Bruce Lee Revealed as a Philandering Playboy Who Wanted to be 'More American'

A new biography of Kung Fu movie icon Bruce Lee is on the way, and it may reveal a darker side to [...]

A new biography of Kung Fu movie icon Bruce Lee is on the way, and it may reveal a darker side to the actor's life.

Author Matthew Polly has written a book called Bruce Lee: A Life that explores Lee's sordid history with women, his extra-marital romance with actress Sharon Farrell, and how his low-budget films became multimillion dollar international smash hits.

The book takes an explicit look at Lee's sexual exploits, according to a report by Daily Mail. Farrell, best known for her roles in Can't Buy Me Love and Night of the Comet, among many others, said that Lee "took me to the moon and back."

She went on in graphic detail, saying that Lee "just turned me inside out" because of his understanding of the human body. Farrell was reportedly just one of Lee's various affairs, despite his long marriage to Linda Emery. The couple even had two children together — Brandon Lee, born in 1965 and Shannon Lee, born in 1969.

"He was the first man I had ever been with who had such a beautiful body," Farrell confessed. "Those abs — his muscles were so defined, it was as if they were chiseled. Bruce was the most incredible lover I've ever been with. He was just so knowledgeable about a woman's body."

She explained that she broke the affair off in order to be with Lee's co-star and student, Steve McQueen.

"He was married and didn't have a pot to pee in," she explained. "Steve was successful — he was my protector. I was in lust with Steve, but Bruce was the love of my life."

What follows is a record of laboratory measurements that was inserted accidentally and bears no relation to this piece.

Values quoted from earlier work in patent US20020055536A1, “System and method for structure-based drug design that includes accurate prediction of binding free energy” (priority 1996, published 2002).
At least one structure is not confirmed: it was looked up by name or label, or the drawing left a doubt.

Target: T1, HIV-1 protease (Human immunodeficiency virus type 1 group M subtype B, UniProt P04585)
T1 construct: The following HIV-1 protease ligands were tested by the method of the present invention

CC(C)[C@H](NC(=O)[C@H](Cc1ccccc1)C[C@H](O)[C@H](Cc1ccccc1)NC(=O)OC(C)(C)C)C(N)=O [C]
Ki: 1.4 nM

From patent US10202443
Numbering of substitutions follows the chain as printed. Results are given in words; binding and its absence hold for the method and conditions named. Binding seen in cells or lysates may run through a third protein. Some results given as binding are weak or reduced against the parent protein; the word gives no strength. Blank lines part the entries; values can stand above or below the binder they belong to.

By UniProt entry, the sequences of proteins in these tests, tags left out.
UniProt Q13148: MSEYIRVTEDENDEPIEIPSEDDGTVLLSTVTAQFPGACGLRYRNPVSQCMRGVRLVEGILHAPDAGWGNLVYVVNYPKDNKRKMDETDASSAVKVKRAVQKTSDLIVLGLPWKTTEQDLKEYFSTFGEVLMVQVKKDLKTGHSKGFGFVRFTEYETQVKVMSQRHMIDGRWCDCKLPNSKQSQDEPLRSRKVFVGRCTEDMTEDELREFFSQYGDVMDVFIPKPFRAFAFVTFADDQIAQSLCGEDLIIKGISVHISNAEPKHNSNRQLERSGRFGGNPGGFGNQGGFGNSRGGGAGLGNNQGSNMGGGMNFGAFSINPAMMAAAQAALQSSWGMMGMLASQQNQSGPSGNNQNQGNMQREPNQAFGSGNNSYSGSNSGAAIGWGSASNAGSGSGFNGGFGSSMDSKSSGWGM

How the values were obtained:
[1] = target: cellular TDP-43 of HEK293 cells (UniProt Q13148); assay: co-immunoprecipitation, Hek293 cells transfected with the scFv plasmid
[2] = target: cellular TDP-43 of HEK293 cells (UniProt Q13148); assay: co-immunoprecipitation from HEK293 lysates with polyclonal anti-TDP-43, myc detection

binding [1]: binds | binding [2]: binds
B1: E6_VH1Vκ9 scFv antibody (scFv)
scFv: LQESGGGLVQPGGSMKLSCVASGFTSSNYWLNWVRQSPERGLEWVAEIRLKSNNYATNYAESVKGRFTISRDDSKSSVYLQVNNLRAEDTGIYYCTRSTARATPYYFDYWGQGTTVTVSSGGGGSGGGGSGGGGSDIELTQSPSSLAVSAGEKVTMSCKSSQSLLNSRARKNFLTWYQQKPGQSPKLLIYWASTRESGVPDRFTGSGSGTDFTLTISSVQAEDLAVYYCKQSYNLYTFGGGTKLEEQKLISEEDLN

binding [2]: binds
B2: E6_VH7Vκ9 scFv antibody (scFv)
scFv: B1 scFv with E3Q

Lee himself owned up to his infidelity, once saying that he was "not a saint" in reference to his love life. Polly's new book reportedly notes that Lee had easy success with women, as his constant training and strict diet gave him a remarkable physique. On top of that, the martial artist is said to have gotten a circumcision late in life to "be more like an American."

Several women spoke to Polly about their experiences with Lee. They claimed that he had a reputation for being vain and arrogant, but they said he still had a quality that drew them in. One glamour model referred to it as an "indescribable magnetism." Lee is also said to have had a vicious temper and a lust for control, even though he espoused a Taoist philosophy.

Lee passed away in 1973, at the age of 32. According to Polly's book, he likely suffered from heat stroke, or hypothermia, in the apartment of actress Betty Ting Pei, with whom he also had an affair.

Polly speculate that he was in her apartment, acting out scenes from Game of Death on an 90 degree day with high humidity. He had lost 20 pounds very quickly, and had recently been diagnosed with cerebral edema, or swelling of the brain.

After Lee's death, his movie Enter the Dragon made him into a cultural icon. The movie cost just $850,000 to make, but it made $90 million. In the decades since, it has netted $350 million, and made Lee into a legend.